Monday, 14 October 2013

Congrats 2013 MQ iGEM team

Congratulations to the 2013 Macquarie iGEM team for winning a Silver medal, as well as Special Awards for Best Poster and Best Mascot at the Asia Region Jamboree in Hong Kong! The  International Genetically Engineered Machine (iGEM) competition is a worldwide Synthetic Biology competition for teams of undergraduate students, where they try to build biological systems from standard, interchangeable parts and operate them in living cells. This year there were 204 University teams competing from all around the world.

This is the fourth year Macquarie has entered a team in the competition, and so far we've won three Silver medals and one Bronze medal. We've also been the top Australian team in the competition in each of the four years! Last year's team won a Silver medal for their work on engineeering a light sensitive genetic switch. This year's successful project was "Green is the new Black- expression of chlorophyll within Escherichia coli", where our team of 22 students successfully expressed many of the genes required for chlorophyll biosynthesis in E. coli, with the longer term goal of making a photosynthetic E.coli that could be used in bioenergy production. I'd like to say fantastic job to all of the team and their tireless advisors Dr Louise Brown and Associate Professor Rob Willows.

The Macquarie students also presented their work at the Second Australasian Conference of Undergraduate Research and won a $500 prize for Best Presentation in Plant Science or Molecular Biology.

The green and charismatic Chlorophyll Man, winner of best team mascot
The successful MQ iGEM team in Hong Kong with their award winning poster

Friday, 11 October 2013


It's been a struggle recently to find time to blog. Last week I was away at BacPath, an Australian conference on the Molecular Analysis of Bacterial Pathogens. My cunning plan of live blogging from the conference was foiled by the fact there was practically no internet connections available at the meeting. I guess that's one of the downsides of having the meeting located on a sub-tropical island paradise (well Moreton Island anyway).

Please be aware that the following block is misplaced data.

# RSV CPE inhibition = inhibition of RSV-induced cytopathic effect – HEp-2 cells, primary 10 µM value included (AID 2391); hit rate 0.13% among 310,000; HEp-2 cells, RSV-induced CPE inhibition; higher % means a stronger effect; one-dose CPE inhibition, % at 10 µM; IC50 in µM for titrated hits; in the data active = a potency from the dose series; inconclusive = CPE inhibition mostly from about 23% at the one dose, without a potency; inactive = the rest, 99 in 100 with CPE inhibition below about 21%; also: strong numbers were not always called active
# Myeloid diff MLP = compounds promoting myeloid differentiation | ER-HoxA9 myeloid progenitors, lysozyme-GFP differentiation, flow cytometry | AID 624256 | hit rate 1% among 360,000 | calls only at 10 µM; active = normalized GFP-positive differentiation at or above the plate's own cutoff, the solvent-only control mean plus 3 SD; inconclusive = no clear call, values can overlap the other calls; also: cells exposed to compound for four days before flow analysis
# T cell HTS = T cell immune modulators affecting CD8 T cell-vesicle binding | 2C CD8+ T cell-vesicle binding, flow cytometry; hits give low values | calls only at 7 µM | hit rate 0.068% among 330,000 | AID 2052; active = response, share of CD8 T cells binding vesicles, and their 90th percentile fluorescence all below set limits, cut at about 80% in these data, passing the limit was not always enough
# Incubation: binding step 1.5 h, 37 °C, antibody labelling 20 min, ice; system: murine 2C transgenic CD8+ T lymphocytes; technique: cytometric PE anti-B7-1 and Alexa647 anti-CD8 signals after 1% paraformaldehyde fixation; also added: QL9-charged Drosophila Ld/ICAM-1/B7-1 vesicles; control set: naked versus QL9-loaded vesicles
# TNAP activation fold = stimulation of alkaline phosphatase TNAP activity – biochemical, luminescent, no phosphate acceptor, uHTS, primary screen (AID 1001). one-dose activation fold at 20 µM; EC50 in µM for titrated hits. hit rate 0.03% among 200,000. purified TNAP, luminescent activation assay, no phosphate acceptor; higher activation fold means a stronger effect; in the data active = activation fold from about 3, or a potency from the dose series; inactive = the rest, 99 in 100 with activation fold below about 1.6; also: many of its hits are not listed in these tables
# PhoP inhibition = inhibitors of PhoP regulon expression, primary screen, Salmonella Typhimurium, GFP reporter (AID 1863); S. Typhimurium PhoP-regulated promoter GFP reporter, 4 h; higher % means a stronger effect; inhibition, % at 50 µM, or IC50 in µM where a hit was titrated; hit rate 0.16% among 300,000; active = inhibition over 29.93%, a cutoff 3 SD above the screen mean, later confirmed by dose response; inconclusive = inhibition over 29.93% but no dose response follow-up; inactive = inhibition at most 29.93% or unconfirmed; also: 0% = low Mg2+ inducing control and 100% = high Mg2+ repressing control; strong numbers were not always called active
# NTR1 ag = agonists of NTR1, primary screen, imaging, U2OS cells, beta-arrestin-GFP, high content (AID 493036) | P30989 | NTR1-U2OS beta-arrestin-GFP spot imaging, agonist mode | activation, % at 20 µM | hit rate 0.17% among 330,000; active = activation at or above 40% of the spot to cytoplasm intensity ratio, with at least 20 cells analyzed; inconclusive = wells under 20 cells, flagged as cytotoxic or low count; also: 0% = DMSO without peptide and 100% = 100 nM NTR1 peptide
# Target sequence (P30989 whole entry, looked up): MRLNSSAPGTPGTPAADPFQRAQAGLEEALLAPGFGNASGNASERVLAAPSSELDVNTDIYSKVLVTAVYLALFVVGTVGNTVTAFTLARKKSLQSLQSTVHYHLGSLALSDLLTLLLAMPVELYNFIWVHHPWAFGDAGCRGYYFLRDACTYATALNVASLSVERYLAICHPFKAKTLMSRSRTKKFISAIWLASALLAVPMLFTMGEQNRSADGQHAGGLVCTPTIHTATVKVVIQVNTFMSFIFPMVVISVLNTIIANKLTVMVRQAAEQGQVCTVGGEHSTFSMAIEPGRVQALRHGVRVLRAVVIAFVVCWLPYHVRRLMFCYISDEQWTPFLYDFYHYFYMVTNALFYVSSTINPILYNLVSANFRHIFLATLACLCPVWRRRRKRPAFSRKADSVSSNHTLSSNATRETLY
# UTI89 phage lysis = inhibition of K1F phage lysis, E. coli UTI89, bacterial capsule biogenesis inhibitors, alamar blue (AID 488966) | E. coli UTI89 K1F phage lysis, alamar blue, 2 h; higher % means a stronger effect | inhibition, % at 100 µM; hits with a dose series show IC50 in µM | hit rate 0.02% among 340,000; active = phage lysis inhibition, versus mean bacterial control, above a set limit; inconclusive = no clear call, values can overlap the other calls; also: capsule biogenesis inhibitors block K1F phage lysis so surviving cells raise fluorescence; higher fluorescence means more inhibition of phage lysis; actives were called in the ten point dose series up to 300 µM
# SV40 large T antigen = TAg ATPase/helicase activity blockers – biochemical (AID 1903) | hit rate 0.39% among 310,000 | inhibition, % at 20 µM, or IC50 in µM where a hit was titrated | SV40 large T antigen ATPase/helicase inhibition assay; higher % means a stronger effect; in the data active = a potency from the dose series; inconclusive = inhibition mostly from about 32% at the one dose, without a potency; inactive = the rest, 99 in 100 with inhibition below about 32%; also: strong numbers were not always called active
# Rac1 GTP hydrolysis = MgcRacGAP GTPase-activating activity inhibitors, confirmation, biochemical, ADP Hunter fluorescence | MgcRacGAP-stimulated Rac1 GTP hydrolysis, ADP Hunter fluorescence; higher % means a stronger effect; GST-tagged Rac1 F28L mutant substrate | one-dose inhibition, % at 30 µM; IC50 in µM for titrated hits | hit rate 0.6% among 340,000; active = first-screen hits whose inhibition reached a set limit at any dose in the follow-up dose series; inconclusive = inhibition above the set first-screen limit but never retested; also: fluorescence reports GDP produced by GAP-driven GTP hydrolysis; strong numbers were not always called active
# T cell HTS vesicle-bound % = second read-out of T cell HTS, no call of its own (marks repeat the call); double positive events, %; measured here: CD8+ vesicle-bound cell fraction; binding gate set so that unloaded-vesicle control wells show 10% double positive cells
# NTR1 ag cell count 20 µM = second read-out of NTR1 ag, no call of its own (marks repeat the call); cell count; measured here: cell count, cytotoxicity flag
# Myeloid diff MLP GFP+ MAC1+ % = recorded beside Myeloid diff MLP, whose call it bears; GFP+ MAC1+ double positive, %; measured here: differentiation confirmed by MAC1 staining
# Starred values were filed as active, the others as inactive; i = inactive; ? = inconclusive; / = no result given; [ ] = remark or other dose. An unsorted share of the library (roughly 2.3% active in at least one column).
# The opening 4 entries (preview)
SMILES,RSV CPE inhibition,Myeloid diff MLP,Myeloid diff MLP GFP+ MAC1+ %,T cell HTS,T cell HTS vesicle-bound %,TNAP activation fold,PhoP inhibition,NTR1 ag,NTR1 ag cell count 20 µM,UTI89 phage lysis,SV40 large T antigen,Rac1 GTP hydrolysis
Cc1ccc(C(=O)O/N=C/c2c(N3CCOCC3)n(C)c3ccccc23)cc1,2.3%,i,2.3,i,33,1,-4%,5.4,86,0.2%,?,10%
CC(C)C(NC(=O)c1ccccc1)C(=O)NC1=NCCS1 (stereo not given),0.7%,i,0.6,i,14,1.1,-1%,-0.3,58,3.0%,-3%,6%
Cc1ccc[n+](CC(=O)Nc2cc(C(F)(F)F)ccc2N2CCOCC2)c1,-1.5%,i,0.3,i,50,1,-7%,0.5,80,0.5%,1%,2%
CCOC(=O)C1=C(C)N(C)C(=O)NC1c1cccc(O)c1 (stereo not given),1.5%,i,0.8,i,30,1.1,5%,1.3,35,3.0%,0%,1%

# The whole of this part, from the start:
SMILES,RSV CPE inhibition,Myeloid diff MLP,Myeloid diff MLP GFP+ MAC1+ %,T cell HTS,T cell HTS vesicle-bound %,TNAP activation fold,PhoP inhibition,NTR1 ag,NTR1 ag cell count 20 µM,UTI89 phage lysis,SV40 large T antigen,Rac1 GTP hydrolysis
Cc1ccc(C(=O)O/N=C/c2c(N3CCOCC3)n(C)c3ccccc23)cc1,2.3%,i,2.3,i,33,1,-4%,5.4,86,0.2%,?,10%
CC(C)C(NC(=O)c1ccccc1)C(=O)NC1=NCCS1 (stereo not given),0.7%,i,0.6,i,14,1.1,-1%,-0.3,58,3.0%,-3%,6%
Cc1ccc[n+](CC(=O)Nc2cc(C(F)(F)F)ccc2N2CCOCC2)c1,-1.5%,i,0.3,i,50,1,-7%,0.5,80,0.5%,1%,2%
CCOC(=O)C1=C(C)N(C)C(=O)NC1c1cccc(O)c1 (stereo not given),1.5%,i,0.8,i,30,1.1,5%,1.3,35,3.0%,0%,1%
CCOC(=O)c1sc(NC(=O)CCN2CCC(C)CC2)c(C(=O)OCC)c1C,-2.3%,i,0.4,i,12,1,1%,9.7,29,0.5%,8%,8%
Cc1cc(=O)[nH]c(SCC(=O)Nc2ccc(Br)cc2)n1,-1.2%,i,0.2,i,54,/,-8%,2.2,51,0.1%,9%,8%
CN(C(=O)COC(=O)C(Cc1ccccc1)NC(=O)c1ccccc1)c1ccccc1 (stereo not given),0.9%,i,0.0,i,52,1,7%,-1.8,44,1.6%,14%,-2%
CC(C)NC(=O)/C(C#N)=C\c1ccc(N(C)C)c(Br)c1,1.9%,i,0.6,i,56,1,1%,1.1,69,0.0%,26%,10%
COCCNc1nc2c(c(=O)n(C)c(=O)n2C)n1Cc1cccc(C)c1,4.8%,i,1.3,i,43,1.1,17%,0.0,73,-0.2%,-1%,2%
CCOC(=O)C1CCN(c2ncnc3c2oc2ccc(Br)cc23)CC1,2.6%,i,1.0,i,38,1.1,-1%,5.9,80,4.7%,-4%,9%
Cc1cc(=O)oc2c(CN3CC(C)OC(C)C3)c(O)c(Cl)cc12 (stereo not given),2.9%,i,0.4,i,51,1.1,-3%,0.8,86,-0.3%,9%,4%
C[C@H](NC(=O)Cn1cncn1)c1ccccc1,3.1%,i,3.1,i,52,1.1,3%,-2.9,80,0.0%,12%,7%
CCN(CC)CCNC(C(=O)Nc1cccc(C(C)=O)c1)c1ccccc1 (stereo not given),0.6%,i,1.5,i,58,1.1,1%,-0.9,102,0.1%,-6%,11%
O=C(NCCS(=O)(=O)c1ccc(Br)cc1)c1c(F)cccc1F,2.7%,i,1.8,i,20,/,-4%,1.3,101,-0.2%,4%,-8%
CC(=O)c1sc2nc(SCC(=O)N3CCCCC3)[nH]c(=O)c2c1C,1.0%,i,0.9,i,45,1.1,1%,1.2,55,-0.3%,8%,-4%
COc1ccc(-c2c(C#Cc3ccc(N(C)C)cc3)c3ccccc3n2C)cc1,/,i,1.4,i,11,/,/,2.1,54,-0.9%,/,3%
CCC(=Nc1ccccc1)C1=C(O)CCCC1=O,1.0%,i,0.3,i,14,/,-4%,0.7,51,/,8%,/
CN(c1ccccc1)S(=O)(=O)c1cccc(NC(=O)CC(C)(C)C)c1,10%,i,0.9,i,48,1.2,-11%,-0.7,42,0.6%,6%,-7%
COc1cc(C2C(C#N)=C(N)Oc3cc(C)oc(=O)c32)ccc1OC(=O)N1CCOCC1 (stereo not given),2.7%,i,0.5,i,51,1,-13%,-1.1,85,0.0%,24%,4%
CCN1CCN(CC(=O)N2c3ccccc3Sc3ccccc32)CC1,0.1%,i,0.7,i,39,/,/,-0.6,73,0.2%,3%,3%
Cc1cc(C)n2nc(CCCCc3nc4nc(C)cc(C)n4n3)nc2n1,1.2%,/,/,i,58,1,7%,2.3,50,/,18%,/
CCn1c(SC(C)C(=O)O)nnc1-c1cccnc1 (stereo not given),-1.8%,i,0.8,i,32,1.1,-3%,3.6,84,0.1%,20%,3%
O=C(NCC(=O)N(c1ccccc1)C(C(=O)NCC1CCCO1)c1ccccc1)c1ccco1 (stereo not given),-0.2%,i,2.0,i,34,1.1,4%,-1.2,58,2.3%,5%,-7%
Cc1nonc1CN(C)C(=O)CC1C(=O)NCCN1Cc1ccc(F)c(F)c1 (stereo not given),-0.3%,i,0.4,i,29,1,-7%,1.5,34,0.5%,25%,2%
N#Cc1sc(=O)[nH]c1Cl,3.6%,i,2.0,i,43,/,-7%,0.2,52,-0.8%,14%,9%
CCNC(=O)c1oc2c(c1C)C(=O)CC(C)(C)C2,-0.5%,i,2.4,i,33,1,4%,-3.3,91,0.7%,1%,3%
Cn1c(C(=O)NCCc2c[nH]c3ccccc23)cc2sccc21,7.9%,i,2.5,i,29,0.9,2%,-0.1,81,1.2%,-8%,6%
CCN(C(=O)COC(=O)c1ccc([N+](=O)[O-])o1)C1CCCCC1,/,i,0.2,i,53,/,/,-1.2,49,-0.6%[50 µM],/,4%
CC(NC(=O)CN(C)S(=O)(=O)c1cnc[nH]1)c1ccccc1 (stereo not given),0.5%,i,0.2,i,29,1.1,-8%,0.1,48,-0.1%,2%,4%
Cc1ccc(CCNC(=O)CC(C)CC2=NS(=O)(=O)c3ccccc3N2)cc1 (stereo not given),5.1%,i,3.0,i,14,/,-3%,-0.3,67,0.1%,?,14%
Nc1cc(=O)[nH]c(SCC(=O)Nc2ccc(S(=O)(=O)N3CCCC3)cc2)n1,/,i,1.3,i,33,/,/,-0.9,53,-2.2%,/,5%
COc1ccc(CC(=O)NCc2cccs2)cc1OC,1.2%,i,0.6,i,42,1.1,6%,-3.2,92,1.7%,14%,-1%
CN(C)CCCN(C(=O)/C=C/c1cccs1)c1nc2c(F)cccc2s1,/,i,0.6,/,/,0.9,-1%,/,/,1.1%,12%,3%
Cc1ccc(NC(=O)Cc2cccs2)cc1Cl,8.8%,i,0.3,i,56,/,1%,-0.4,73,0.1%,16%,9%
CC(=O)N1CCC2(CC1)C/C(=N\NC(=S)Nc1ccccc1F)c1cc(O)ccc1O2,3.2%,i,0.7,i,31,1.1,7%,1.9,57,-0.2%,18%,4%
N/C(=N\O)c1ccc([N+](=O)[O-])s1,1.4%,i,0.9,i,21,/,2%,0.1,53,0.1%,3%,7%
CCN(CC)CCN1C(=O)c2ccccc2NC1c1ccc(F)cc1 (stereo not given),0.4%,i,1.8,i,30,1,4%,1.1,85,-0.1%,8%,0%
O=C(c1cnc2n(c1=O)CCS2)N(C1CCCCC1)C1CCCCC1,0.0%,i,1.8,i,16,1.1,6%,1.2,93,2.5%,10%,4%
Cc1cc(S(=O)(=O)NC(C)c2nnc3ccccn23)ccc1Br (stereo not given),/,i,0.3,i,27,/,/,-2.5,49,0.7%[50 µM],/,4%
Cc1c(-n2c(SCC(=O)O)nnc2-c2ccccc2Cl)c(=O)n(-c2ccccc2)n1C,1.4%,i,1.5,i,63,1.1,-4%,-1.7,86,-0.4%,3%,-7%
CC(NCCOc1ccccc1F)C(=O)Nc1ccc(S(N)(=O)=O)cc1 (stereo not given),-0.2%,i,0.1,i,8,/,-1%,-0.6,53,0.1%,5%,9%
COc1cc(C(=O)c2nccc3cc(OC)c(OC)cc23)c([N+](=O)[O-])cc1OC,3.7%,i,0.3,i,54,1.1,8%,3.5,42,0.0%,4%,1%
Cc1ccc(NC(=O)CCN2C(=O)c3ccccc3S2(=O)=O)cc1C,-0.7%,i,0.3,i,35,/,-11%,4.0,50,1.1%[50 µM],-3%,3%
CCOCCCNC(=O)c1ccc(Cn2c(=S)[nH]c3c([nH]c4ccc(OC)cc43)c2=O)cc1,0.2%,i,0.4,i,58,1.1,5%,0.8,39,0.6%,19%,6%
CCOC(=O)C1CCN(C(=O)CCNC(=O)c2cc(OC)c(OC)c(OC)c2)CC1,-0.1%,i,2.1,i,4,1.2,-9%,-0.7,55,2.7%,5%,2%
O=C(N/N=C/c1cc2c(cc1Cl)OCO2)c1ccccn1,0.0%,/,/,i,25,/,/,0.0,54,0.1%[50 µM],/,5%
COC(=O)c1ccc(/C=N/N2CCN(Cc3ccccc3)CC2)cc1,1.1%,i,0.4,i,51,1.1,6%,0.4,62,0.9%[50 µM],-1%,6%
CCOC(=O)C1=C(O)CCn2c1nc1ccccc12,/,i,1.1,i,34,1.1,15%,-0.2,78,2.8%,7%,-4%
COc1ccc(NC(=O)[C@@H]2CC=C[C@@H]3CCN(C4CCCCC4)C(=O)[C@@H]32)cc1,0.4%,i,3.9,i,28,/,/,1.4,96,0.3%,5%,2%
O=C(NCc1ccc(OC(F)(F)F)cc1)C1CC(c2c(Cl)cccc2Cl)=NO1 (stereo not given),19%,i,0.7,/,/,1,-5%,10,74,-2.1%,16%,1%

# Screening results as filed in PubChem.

BacPath is one of my favourite scientific meeting, and in many ways reminds me of a Gordon Research Conference. Several features about BacPath I particularly like-
1. The relatively small size of the conference (150-180 people), which really gives you an pportunity to mix with and meet many of the delegates.
2. The fact that the meeting is always held at a relatively isolated location, so all of the delegates spend their entire time at the meeting, you end breakfast, lunch and dinner together, providing many opportunities to network, discuss science, arrange collaborations, etc.
3. The philosophy that junior scientists (PhDs students and postdocs) should give the vast majority of presentations rather than senior scientists.

In the interests of full disclosure I should say I was a member of the organizing committee for the 2011 BacPath meeting. BacPath is held once every two years, with each state taking a turn to host the meeting. In 2015 it will be Victoria's turn. This year it was in a lovely location, though sadly I think I set foot on the beach for about 10 minutes, although I should point out that I hand fed a dolphin in that 10 minutes.

There was a great set of talks at the meeting. Highlights for me included Cynthia Whitchurch's talk with beautiful videos of how exploding bacteria help bacterial biofilms develop. Also, Mike Jennings, the invited speaker for an Outstanding Contribution by an Australian Researcher, gave a great talk on phase variation of human pathogens. There were many other great talks at the meeting from Dena Lyras, Tim Stinnear and many others. Karl Hassan from my group gave a talk on a new type of drug efflux pump we've discovered.

The main problem with BacPath is at the end of it I'm always exhausted, as the talks start at 8.30 in the morning and the conference runs to 11 pm every night with poster sessions in the evening accompanied with alcoholic inducements for scientific discussion.

Moreton Island- its all made of sand